Crystal ... er ... Christ Cathedral slowly becoming Catholic
#11
(12-15-2012, 04:35 PM)The Dying Flutchman Wrote: Personally I would never go to a Church that looked like that.  When I see these disgusting Churches I try to think what I would do if If I were a Priest to make it Catholic. I am stumped on this one. All I can think of is remove the tabernacle and burn it down and rebuild. This one is officially unsaveable.

I take it in stride. There's nothing anti-Catholic about it. Some people find the building awe inspiring. I'm kind of ambivalent. Creation began with light, and our Lord is the light of men, so it has a Catholic ethos to it. Plus I've worshiped as a traditionalist Catholic in a school auditorium (called by us "St. Condor's" because of the mascot), a rented out Adventist church (okay), and a converted warehouse (L-shaped). My wife back in the day did a bank lobby. So you work with what you've got. I would prefer beautiful churches, but I find what you bring to the table in terms of the Mass and personal conduct as being higher in priority. We are already in a renovation period. Just a few stragglers hanging on.


(12-15-2012, 05:22 PM)jovan66102 Wrote:
(12-15-2012, 12:56 PM)Scriptorium Wrote: (T)he Jehovah's Witness and Mormons, as well as other Protestants groups.

Neither JWs nor Mormons are Christian or protestant. Just sayin'.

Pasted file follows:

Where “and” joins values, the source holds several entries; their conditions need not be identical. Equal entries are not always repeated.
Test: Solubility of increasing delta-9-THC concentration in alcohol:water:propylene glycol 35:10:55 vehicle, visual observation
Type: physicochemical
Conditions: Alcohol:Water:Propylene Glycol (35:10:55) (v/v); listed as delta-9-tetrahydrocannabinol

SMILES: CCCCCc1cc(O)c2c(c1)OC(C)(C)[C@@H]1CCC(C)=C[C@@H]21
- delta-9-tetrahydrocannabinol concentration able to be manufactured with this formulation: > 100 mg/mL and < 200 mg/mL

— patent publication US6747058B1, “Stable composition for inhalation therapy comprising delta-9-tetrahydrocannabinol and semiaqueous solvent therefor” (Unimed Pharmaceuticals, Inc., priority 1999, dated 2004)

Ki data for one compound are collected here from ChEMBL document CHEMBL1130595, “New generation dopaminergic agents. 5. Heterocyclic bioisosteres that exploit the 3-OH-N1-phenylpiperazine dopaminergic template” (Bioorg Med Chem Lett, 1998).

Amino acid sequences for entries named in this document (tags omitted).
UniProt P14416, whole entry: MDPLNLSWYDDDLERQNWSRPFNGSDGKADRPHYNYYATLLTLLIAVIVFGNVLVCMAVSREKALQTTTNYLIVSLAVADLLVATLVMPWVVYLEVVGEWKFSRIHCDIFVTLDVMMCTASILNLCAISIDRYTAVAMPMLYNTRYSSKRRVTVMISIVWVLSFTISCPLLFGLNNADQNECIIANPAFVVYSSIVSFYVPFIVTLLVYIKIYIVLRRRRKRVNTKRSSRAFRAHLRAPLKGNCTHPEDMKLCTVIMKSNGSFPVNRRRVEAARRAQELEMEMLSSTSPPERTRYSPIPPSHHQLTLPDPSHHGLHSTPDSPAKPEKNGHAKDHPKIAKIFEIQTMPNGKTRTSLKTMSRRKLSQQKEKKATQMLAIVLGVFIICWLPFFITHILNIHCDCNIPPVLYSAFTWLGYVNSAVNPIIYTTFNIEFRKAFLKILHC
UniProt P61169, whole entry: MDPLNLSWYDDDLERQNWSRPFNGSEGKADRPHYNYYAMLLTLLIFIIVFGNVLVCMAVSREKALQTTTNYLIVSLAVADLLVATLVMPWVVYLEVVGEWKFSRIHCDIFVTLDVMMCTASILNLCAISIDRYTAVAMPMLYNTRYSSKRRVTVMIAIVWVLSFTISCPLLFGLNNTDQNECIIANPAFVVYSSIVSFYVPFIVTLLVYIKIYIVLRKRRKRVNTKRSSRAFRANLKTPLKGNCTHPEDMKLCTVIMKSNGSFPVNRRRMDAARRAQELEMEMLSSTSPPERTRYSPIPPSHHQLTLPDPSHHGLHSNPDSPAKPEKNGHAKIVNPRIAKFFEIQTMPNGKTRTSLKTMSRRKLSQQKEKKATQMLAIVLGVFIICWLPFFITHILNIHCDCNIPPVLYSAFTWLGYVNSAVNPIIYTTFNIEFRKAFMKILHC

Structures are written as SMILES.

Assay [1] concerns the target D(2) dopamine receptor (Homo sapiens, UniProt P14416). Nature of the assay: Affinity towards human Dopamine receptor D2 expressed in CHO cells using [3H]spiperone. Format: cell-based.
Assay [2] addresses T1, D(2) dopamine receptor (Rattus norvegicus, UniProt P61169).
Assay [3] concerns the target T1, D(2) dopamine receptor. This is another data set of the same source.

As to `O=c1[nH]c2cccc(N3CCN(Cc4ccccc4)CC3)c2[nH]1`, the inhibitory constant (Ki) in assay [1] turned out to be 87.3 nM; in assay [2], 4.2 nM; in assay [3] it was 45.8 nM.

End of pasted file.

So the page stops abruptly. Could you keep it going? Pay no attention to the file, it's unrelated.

Yes. Cut from their cloth, though.
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#12
I can see that this will be a place where handing out (and i mean handing out literally) Holy Communion will be a typical Novus Ordo fiasco considering they have an upper deck there, i can see the "minister" running upstairs to hand out communion, lets hope this bishop who is a personal friend of Cardinal Burke will bring some reverence to this building.
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#13
Always remember as long as the red lamp is burning , Our Lord is present there BODY BLOOD SOUL and DIVINITY , so whatever else you may say about it by Our Lord being there it is a PALACE and would love to visit it anyway.
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#14
I'd much rather attend mass in a cave with wall etchings.
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#15
(12-15-2012, 05:53 PM)salus Wrote: I can see that this will be a place where handing out (and i mean handing out literally) Holy Communion will be a typical Novus Ordo fiasco considering they have an upper deck there, i can see the "minister" running upstairs to hand out communion, lets hope this bishop who is a personal friend of Cardinal Burke will bring some reverence to this building.

A comment for the benefit of the "yung uns" (though salus' profile doesn't indicate his age): there were pleanty of pre VII churches with "uppper decks".  They were called choir lofts, and in most parishes in the 40's and 50's they were actually used by a choir at most for one Mass on a Sunday.  At the other Masses they were over flow areas or where the ushers stuck the the big famies with screaming babies.  People in those days still came down the steps to the communon rail if they were receiving.  St. Aloysius Gonzaga in Spokane was built in 1911 with two trancept balconies in addition to the choir loft (which in itself is non traditional but was a modern accomodtion to allow mixed lay choirs.  The presence of "upper decks" is not a post VII archetecual element, not does it preclude the proper and reverant reception of Holy Communion.